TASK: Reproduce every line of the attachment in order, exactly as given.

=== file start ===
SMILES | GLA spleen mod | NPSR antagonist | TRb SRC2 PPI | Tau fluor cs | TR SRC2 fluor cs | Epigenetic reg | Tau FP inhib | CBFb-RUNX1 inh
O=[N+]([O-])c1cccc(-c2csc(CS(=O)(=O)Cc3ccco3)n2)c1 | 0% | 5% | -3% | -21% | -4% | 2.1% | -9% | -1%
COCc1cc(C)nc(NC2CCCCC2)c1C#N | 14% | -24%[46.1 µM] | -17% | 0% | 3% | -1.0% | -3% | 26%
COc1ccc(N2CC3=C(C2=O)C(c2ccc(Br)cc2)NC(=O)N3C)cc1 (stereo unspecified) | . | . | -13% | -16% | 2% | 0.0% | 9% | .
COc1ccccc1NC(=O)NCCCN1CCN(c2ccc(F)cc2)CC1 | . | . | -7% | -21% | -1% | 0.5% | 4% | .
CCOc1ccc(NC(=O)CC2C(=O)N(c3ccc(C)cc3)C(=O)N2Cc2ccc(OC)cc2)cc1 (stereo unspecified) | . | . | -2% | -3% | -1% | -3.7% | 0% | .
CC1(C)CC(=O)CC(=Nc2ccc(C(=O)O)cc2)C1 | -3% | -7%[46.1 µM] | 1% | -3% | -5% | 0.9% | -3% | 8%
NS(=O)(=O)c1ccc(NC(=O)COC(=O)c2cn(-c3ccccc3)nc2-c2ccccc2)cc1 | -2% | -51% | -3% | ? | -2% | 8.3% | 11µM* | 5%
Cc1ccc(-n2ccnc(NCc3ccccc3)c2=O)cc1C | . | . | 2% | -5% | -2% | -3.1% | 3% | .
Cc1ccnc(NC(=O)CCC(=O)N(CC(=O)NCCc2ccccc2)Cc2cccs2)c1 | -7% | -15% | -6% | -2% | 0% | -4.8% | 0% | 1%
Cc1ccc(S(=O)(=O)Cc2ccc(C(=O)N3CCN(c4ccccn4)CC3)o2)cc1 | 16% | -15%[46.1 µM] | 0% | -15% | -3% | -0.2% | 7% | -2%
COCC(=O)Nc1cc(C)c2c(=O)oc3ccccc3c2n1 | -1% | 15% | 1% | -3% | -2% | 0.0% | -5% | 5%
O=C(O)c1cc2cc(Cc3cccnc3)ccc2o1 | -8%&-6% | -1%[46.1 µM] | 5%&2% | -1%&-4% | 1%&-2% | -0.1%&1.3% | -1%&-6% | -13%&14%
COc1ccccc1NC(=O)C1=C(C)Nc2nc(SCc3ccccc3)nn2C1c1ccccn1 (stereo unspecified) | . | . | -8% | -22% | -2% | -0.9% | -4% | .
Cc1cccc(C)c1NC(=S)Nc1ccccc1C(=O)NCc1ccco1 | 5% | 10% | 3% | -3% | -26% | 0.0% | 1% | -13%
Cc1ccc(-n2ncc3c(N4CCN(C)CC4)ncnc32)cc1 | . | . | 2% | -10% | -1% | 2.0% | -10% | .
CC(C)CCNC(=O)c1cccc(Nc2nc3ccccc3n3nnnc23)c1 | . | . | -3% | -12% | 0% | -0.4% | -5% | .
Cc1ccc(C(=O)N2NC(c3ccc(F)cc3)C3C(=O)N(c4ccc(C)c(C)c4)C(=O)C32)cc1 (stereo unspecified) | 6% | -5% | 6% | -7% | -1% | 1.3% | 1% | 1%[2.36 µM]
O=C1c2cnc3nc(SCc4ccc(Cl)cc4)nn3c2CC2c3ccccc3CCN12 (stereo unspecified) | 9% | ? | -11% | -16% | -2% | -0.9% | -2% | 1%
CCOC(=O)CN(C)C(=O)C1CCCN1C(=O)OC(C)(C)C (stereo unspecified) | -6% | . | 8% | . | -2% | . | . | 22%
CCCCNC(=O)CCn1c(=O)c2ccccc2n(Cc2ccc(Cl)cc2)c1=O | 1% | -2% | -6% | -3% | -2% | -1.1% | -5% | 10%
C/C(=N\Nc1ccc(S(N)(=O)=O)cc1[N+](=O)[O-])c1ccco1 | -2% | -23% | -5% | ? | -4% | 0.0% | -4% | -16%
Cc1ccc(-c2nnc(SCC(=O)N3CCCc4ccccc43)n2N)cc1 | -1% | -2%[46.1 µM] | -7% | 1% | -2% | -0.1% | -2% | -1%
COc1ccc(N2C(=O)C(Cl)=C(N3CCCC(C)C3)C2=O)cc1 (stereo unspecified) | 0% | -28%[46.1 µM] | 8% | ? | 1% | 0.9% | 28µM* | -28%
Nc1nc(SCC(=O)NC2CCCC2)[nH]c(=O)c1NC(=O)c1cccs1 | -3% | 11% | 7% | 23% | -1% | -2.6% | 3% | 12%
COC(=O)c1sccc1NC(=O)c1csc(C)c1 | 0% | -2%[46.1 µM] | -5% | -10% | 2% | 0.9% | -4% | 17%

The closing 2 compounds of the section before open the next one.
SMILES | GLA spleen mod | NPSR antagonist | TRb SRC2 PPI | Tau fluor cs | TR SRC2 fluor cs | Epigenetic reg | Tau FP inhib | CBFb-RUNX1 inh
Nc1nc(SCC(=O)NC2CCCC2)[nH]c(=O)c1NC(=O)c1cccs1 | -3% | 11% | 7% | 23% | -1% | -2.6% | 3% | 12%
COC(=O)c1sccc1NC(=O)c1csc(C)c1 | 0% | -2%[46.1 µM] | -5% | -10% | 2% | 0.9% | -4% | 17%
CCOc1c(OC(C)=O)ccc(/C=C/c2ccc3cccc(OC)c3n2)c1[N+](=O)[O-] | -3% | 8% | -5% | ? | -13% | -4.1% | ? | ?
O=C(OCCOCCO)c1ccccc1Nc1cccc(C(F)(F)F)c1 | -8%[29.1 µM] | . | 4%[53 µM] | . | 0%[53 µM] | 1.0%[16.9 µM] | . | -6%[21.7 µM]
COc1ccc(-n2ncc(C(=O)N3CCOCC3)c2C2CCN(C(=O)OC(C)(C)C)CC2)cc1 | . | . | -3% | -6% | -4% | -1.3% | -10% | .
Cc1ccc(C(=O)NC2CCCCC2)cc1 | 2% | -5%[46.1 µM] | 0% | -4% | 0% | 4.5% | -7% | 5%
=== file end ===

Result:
SMILES | GLA spleen mod | NPSR antagonist | TRb SRC2 PPI | Tau fluor cs | TR SRC2 fluor cs | Epigenetic reg | Tau FP inhib | CBFb-RUNX1 inh
O=[N+]([O-])c1cccc(-c2csc(CS(=O)(=O)Cc3ccco3)n2)c1 | 0% | 5% | -3% | -21% | -4% | 2.1% | -9% | -1%
COCc1cc(C)nc(NC2CCCCC2)c1C#N | 14% | -24%[46.1 µM] | -17% | 0% | 3% | -1.0% | -3% | 26%
COc1ccc(N2CC3=C(C2=O)C(c2ccc(Br)cc2)NC(=O)N3C)cc1 (stereo unspecified) | . | . | -13% | -16% | 2% | 0.0% | 9% | .
COc1ccccc1NC(=O)NCCCN1CCN(c2ccc(F)cc2)CC1 | . | . | -7% | -21% | -1% | 0.5% | 4% | .
CCOc1ccc(NC(=O)CC2C(=O)N(c3ccc(C)cc3)C(=O)N2Cc2ccc(OC)cc2)cc1 (stereo unspecified) | . | . | -2% | -3% | -1% | -3.7% | 0% | .
CC1(C)CC(=O)CC(=Nc2ccc(C(=O)O)cc2)C1 | -3% | -7%[46.1 µM] | 1% | -3% | -5% | 0.9% | -3% | 8%
NS(=O)(=O)c1ccc(NC(=O)COC(=O)c2cn(-c3ccccc3)nc2-c2ccccc2)cc1 | -2% | -51% | -3% | ? | -2% | 8.3% | 11µM* | 5%
Cc1ccc(-n2ccnc(NCc3ccccc3)c2=O)cc1C | . | . | 2% | -5% | -2% | -3.1% | 3% | .
Cc1ccnc(NC(=O)CCC(=O)N(CC(=O)NCCc2ccccc2)Cc2cccs2)c1 | -7% | -15% | -6% | -2% | 0% | -4.8% | 0% | 1%
Cc1ccc(S(=O)(=O)Cc2ccc(C(=O)N3CCN(c4ccccn4)CC3)o2)cc1 | 16% | -15%[46.1 µM] | 0% | -15% | -3% | -0.2% | 7% | -2%
COCC(=O)Nc1cc(C)c2c(=O)oc3ccccc3c2n1 | -1% | 15% | 1% | -3% | -2% | 0.0% | -5% | 5%
O=C(O)c1cc2cc(Cc3cccnc3)ccc2o1 | -8%&-6% | -1%[46.1 µM] | 5%&2% | -1%&-4% | 1%&-2% | -0.1%&1.3% | -1%&-6% | -13%&14%
COc1ccccc1NC(=O)C1=C(C)Nc2nc(SCc3ccccc3)nn2C1c1ccccn1 (stereo unspecified) | . | . | -8% | -22% | -2% | -0.9% | -4% | .
Cc1cccc(C)c1NC(=S)Nc1ccccc1C(=O)NCc1ccco1 | 5% | 10% | 3% | -3% | -26% | 0.0% | 1% | -13%
Cc1ccc(-n2ncc3c(N4CCN(C)CC4)ncnc32)cc1 | . | . | 2% | -10% | -1% | 2.0% | -10% | .
CC(C)CCNC(=O)c1cccc(Nc2nc3ccccc3n3nnnc23)c1 | . | . | -3% | -12% | 0% | -0.4% | -5% | .
Cc1ccc(C(=O)N2NC(c3ccc(F)cc3)C3C(=O)N(c4ccc(C)c(C)c4)C(=O)C32)cc1 (stereo unspecified) | 6% | -5% | 6% | -7% | -1% | 1.3% | 1% | 1%[2.36 µM]
O=C1c2cnc3nc(SCc4ccc(Cl)cc4)nn3c2CC2c3ccccc3CCN12 (stereo unspecified) | 9% | ? | -11% | -16% | -2% | -0.9% | -2% | 1%
CCOC(=O)CN(C)C(=O)C1CCCN1C(=O)OC(C)(C)C (stereo unspecified) | -6% | . | 8% | . | -2% | . | . | 22%
CCCCNC(=O)CCn1c(=O)c2ccccc2n(Cc2ccc(Cl)cc2)c1=O | 1% | -2% | -6% | -3% | -2% | -1.1% | -5% | 10%
C/C(=N\Nc1ccc(S(N)(=O)=O)cc1[N+](=O)[O-])c1ccco1 | -2% | -23% | -5% | ? | -4% | 0.0% | -4% | -16%
Cc1ccc(-c2nnc(SCC(=O)N3CCCc4ccccc43)n2N)cc1 | -1% | -2%[46.1 µM] | -7% | 1% | -2% | -0.1% | -2% | -1%
COc1ccc(N2C(=O)C(Cl)=C(N3CCCC(C)C3)C2=O)cc1 (stereo unspecified) | 0% | -28%[46.1 µM] | 8% | ? | 1% | 0.9% | 28µM* | -28%
Nc1nc(SCC(=O)NC2CCCC2)[nH]c(=O)c1NC(=O)c1cccs1 | -3% | 11% | 7% | 23% | -1% | -2.6% | 3% | 12%
COC(=O)c1sccc1NC(=O)c1csc(C)c1 | 0% | -2%[46.1 µM] | -5% | -10% | 2% | 0.9% | -4% | 17%

The closing 2 compounds of the section before open the next one.
SMILES | GLA spleen mod | NPSR antagonist | TRb SRC2 PPI | Tau fluor cs | TR SRC2 fluor cs | Epigenetic reg | Tau FP inhib | CBFb-RUNX1 inh
Nc1nc(SCC(=O)NC2CCCC2)[nH]c(=O)c1NC(=O)c1cccs1 | -3% | 11% | 7% | 23% | -1% | -2.6% | 3% | 12%
COC(=O)c1sccc1NC(=O)c1csc(C)c1 | 0% | -2%[46.1 µM] | -5% | -10% | 2% | 0.9% | -4% | 17%
CCOc1c(OC(C)=O)ccc(/C=C/c2ccc3cccc(OC)c3n2)c1[N+](=O)[O-] | -3% | 8% | -5% | ? | -13% | -4.1% | ? | ?
O=C(OCCOCCO)c1ccccc1Nc1cccc(C(F)(F)F)c1 | -8%[29.1 µM] | . | 4%[53 µM] | . | 0%[53 µM] | 1.0%[16.9 µM] | . | -6%[21.7 µM]
COc1ccc(-n2ncc(C(=O)N3CCOCC3)c2C2CCN(C(=O)OC(C)(C)C)CC2)cc1 | . | . | -3% | -6% | -4% | -1.3% | -10% | .
Cc1ccc(C(=O)NC2CCCCC2)cc1 | 2% | -5%[46.1 µM] | 0% | -4% | 0% | 4.5% | -7% | 5%